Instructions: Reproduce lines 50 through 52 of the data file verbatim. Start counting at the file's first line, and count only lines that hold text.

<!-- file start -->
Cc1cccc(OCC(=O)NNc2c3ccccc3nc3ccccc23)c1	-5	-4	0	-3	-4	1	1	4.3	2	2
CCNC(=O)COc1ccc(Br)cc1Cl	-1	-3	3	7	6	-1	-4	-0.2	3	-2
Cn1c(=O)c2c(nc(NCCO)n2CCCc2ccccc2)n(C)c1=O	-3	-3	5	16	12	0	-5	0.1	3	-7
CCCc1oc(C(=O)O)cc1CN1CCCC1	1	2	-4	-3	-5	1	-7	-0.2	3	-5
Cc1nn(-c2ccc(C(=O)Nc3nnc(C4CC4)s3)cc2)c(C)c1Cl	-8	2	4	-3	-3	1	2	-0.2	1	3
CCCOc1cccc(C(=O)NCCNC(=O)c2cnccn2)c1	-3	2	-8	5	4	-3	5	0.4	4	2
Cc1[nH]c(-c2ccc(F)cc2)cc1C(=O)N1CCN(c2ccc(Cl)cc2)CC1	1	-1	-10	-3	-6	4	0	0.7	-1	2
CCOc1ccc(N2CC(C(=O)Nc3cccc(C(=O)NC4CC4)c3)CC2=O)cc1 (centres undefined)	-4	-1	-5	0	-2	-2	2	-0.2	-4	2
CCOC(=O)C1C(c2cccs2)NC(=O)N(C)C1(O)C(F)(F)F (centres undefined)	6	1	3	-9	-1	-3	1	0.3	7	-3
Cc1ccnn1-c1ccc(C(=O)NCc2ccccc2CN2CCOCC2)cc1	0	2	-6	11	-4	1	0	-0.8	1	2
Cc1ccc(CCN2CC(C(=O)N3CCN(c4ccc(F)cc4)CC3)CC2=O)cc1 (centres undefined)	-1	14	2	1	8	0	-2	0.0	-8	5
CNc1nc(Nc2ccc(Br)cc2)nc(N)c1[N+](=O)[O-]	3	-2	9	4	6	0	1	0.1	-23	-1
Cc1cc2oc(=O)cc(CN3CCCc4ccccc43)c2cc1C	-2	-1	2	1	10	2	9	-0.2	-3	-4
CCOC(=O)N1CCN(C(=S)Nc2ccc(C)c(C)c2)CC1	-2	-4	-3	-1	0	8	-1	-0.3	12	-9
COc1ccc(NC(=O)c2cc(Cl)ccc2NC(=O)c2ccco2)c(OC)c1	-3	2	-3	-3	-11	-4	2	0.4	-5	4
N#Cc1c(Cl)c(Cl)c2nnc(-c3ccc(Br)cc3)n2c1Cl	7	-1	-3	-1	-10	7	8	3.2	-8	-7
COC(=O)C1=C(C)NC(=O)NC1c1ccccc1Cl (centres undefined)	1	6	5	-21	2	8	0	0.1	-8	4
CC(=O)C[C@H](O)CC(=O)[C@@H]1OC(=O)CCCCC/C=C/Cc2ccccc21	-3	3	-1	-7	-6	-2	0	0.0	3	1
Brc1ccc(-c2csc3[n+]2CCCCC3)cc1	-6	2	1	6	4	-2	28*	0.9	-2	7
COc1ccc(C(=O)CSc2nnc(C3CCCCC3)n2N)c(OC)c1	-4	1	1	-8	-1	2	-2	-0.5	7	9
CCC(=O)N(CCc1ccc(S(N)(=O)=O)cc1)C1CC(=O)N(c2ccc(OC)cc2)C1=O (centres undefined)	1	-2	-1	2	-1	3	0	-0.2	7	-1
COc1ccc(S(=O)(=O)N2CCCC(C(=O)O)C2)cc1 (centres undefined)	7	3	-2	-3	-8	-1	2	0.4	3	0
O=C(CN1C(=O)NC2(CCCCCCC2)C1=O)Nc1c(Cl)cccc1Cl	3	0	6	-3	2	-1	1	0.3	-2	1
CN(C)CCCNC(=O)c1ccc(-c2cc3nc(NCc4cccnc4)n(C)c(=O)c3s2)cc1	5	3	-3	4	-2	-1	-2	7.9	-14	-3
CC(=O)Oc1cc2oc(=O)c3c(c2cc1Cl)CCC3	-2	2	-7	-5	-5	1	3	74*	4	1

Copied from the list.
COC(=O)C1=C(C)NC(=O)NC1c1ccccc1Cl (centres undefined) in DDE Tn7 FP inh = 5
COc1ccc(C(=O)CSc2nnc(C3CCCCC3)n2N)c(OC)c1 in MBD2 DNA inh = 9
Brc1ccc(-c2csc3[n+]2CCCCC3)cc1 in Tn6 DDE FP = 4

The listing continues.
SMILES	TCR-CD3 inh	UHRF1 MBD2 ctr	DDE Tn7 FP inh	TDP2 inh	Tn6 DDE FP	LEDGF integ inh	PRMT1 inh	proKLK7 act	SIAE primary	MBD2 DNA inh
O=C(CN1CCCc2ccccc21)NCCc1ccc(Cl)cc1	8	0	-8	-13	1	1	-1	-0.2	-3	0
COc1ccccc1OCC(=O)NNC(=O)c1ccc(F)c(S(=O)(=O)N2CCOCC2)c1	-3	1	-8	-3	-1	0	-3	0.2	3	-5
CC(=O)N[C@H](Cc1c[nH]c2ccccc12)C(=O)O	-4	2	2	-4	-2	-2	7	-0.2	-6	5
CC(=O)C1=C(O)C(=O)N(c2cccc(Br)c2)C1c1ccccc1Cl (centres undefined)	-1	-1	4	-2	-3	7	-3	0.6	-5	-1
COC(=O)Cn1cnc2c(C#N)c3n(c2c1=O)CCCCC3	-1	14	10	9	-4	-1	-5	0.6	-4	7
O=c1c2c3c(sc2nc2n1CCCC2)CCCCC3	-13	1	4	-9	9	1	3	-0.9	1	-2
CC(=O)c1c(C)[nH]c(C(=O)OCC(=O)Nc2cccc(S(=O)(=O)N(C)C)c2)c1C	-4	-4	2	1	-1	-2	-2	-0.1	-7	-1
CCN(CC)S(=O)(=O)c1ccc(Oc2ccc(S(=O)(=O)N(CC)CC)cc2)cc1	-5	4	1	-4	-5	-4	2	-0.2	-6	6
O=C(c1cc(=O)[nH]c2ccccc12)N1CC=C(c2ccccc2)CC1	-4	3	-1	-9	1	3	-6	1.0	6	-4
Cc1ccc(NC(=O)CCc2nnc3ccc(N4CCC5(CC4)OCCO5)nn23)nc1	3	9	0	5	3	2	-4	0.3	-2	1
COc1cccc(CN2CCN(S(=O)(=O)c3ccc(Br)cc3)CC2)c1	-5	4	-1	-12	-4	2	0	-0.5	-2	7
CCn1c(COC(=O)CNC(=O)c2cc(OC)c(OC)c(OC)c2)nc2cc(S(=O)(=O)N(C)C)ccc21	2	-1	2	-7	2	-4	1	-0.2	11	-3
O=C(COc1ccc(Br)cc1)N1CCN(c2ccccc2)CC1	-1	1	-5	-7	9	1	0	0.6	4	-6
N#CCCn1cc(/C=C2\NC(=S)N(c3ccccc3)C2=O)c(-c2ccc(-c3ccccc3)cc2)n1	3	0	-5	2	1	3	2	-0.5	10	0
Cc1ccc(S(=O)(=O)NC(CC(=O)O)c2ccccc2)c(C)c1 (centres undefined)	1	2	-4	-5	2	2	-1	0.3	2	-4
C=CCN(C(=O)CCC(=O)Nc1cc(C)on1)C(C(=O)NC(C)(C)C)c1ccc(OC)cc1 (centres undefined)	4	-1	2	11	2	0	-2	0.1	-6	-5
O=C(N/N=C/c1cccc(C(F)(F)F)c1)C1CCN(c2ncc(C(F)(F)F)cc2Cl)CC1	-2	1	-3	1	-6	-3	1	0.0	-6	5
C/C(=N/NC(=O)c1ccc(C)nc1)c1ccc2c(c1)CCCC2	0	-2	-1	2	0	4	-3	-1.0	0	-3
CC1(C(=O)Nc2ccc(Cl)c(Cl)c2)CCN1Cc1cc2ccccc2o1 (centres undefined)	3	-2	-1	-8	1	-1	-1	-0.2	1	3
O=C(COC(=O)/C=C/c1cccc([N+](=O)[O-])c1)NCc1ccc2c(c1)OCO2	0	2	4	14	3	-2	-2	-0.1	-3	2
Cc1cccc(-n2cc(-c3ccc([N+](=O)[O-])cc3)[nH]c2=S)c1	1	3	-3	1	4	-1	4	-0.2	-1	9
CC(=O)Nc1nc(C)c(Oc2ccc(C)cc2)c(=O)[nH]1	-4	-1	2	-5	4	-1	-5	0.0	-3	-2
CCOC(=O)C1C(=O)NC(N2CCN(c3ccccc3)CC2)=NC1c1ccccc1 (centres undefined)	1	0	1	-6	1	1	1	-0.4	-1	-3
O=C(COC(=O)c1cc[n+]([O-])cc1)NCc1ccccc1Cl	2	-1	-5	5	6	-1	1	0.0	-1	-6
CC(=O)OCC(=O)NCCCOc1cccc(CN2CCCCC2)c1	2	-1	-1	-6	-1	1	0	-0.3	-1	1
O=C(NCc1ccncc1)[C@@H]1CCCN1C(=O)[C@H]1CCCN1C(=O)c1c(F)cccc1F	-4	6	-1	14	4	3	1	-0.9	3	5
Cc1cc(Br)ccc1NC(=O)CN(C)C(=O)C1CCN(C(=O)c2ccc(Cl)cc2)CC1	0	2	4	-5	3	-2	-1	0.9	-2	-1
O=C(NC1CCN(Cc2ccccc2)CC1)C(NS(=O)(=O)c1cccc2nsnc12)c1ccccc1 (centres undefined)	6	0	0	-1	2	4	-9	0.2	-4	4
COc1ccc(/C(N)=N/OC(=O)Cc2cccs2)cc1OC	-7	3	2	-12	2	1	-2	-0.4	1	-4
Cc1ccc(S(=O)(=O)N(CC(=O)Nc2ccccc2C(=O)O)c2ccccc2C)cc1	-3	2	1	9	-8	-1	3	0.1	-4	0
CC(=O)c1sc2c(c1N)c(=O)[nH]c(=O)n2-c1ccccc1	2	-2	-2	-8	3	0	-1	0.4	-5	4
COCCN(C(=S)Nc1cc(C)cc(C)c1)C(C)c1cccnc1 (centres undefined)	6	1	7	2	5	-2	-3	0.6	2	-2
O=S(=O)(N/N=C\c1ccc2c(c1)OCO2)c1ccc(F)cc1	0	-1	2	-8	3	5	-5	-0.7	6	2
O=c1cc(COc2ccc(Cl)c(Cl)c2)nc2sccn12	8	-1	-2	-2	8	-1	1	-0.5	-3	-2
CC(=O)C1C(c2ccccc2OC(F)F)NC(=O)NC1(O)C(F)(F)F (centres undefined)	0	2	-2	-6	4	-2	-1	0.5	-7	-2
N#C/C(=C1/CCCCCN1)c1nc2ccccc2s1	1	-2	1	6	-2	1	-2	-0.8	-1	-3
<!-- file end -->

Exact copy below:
CC1(C(=O)Nc2ccc(Cl)c(Cl)c2)CCN1Cc1cc2ccccc2o1 (centres undefined)	3	-2	-1	-8	1	-1	-1	-0.2	1	3
O=C(COC(=O)/C=C/c1cccc([N+](=O)[O-])c1)NCc1ccc2c(c1)OCO2	0	2	4	14	3	-2	-2	-0.1	-3	2
Cc1cccc(-n2cc(-c3ccc([N+](=O)[O-])cc3)[nH]c2=S)c1	1	3	-3	1	4	-1	4	-0.2	-1	9